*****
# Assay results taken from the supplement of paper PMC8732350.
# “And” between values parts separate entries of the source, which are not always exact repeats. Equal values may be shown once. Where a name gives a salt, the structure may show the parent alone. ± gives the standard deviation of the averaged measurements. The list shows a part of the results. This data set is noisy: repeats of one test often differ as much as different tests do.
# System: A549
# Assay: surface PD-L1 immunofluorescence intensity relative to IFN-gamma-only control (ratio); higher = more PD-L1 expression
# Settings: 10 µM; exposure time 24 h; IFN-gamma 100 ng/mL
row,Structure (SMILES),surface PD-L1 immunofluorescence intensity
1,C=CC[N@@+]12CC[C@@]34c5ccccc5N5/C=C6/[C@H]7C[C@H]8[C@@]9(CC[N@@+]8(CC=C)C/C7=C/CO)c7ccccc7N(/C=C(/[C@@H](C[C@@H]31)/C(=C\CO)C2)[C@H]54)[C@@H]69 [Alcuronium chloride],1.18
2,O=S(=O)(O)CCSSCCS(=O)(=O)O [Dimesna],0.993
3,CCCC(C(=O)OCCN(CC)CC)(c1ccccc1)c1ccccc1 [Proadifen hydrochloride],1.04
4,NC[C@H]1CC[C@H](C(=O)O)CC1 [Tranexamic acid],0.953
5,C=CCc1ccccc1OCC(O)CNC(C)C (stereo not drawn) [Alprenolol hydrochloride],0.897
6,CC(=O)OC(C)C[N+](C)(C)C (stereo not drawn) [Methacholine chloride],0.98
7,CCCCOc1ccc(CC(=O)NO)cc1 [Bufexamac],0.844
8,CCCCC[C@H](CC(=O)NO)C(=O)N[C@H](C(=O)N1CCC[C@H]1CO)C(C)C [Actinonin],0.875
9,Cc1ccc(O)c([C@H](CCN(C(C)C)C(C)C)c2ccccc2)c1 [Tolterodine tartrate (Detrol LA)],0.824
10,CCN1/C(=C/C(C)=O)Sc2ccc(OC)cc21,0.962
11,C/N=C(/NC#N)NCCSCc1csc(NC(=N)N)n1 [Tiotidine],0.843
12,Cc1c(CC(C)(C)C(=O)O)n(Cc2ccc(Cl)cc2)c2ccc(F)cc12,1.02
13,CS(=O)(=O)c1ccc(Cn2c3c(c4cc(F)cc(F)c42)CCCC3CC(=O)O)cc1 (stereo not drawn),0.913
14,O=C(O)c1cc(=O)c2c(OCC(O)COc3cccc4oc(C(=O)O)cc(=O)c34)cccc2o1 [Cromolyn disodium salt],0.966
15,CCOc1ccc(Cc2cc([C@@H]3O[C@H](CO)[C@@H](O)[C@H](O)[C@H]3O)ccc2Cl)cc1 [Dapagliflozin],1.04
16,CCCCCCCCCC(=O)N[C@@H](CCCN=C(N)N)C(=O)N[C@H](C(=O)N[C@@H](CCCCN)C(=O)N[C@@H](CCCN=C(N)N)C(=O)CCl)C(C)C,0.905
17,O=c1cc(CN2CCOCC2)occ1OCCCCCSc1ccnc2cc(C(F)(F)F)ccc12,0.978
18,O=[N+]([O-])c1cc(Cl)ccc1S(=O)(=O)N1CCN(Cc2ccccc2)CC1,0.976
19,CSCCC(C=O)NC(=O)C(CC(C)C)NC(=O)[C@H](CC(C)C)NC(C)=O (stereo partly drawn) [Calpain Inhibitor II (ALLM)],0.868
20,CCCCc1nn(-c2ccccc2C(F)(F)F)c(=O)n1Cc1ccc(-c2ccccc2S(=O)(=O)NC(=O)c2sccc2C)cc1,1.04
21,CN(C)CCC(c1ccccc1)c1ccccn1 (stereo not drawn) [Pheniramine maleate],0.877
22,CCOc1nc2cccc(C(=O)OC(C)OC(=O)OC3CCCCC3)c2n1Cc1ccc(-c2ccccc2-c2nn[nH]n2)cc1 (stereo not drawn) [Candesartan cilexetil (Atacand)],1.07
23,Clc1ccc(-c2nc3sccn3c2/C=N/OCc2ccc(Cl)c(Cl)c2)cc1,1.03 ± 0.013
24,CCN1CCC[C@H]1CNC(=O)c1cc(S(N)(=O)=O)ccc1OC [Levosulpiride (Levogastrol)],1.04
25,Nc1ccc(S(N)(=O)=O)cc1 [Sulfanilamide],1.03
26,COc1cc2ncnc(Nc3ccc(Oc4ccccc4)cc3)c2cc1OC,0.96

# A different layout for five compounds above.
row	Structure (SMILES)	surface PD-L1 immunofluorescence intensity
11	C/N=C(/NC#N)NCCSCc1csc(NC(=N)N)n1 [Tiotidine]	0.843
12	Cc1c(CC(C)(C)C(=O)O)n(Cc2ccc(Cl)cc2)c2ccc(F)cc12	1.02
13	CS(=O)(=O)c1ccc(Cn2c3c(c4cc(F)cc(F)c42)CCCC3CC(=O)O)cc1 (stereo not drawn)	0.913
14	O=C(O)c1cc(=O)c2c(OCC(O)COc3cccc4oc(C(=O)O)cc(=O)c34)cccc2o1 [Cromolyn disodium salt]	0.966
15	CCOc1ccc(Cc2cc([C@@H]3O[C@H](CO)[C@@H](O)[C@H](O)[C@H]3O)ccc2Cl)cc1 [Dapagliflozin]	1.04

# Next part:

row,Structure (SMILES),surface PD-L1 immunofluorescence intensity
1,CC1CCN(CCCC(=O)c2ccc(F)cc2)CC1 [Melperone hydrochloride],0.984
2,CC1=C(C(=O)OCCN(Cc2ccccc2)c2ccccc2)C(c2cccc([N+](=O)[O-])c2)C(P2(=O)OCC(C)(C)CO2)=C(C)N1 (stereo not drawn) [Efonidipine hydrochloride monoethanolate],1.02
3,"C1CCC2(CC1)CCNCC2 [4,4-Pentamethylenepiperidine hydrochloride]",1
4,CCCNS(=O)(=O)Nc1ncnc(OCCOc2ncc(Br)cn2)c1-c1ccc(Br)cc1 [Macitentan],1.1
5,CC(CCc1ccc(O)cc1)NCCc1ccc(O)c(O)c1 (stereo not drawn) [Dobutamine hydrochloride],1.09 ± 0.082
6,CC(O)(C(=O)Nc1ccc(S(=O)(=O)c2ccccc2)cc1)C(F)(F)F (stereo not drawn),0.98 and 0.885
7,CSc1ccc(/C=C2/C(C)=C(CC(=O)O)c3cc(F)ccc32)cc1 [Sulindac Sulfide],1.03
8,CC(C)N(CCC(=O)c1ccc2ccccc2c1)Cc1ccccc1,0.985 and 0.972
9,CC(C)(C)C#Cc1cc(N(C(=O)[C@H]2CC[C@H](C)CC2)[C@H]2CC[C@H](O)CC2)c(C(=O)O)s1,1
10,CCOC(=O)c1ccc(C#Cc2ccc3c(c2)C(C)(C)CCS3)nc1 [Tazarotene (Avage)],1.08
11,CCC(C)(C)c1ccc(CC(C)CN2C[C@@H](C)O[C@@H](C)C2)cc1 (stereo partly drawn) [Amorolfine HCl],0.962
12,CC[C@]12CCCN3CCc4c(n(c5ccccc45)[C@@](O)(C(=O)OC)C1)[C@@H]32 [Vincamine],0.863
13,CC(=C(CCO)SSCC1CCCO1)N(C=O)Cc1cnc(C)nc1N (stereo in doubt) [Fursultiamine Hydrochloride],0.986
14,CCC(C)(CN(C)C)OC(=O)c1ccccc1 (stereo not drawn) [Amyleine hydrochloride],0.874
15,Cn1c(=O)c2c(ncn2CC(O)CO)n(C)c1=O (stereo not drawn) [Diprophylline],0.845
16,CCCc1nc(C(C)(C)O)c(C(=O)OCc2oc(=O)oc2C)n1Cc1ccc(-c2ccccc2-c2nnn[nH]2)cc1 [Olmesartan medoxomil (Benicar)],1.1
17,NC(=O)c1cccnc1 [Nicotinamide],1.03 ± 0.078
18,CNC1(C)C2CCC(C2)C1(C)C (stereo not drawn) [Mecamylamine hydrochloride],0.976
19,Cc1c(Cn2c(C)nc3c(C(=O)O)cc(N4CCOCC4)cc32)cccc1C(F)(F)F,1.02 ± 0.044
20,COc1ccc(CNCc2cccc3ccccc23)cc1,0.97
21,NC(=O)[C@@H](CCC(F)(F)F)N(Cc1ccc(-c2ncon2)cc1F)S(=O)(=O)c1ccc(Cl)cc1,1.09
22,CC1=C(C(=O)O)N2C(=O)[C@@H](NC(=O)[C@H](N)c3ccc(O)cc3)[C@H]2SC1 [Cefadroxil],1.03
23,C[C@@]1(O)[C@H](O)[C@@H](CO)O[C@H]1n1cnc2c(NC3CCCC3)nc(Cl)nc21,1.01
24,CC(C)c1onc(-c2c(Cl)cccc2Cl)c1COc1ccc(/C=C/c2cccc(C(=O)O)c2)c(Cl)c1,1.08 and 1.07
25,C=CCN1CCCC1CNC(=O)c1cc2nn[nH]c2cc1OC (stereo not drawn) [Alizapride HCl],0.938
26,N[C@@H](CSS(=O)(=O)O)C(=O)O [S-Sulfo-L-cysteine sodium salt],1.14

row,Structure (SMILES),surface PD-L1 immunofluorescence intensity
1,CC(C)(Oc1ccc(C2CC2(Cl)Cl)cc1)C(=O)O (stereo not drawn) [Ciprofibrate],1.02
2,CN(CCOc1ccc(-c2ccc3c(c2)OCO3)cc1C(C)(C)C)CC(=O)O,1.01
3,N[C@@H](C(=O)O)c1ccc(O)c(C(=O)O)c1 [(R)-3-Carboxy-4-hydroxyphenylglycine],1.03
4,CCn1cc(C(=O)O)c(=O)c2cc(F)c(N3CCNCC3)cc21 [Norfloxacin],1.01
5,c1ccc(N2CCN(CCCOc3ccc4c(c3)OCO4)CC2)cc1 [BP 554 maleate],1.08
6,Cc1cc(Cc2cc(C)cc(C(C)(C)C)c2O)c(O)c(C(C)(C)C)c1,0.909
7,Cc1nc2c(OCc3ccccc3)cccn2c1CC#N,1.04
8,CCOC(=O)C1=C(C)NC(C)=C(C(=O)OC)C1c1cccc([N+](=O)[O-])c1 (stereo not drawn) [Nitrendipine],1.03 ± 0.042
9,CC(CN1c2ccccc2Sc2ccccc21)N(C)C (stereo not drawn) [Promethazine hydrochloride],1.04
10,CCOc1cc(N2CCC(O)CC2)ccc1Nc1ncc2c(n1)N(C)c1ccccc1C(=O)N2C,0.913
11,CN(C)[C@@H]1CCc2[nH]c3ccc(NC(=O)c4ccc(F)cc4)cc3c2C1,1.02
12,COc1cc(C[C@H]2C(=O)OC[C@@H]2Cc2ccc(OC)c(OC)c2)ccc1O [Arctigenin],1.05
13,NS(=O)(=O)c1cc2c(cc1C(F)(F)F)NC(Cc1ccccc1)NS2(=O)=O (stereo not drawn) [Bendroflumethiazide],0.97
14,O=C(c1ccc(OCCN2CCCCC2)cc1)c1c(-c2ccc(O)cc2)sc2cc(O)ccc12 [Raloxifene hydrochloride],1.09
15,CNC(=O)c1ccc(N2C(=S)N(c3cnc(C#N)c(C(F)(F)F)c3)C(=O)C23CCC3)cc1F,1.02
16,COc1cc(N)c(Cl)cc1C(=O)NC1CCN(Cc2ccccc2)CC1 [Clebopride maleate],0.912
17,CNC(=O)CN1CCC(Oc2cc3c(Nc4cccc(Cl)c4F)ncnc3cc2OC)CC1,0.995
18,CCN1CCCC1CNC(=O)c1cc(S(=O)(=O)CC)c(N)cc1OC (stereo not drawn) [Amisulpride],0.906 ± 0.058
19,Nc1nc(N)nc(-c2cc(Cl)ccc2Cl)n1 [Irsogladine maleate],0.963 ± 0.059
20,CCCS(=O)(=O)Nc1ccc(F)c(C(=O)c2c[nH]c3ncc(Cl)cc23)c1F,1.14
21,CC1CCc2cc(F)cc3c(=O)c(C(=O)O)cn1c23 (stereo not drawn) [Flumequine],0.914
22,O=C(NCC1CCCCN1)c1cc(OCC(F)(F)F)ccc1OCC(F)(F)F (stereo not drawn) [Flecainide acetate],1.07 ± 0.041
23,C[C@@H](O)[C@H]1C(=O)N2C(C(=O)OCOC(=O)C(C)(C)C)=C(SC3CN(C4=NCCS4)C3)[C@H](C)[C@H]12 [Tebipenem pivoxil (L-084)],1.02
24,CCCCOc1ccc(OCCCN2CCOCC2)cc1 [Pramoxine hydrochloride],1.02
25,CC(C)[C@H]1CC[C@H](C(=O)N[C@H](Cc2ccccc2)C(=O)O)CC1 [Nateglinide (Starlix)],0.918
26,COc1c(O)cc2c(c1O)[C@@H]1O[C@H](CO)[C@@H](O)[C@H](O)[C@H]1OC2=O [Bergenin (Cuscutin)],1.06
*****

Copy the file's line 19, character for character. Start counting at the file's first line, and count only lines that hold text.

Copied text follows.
13,CS(=O)(=O)c1ccc(Cn2c3c(c4cc(F)cc(F)c42)CCCC3CC(=O)O)cc1 (stereo not drawn),0.913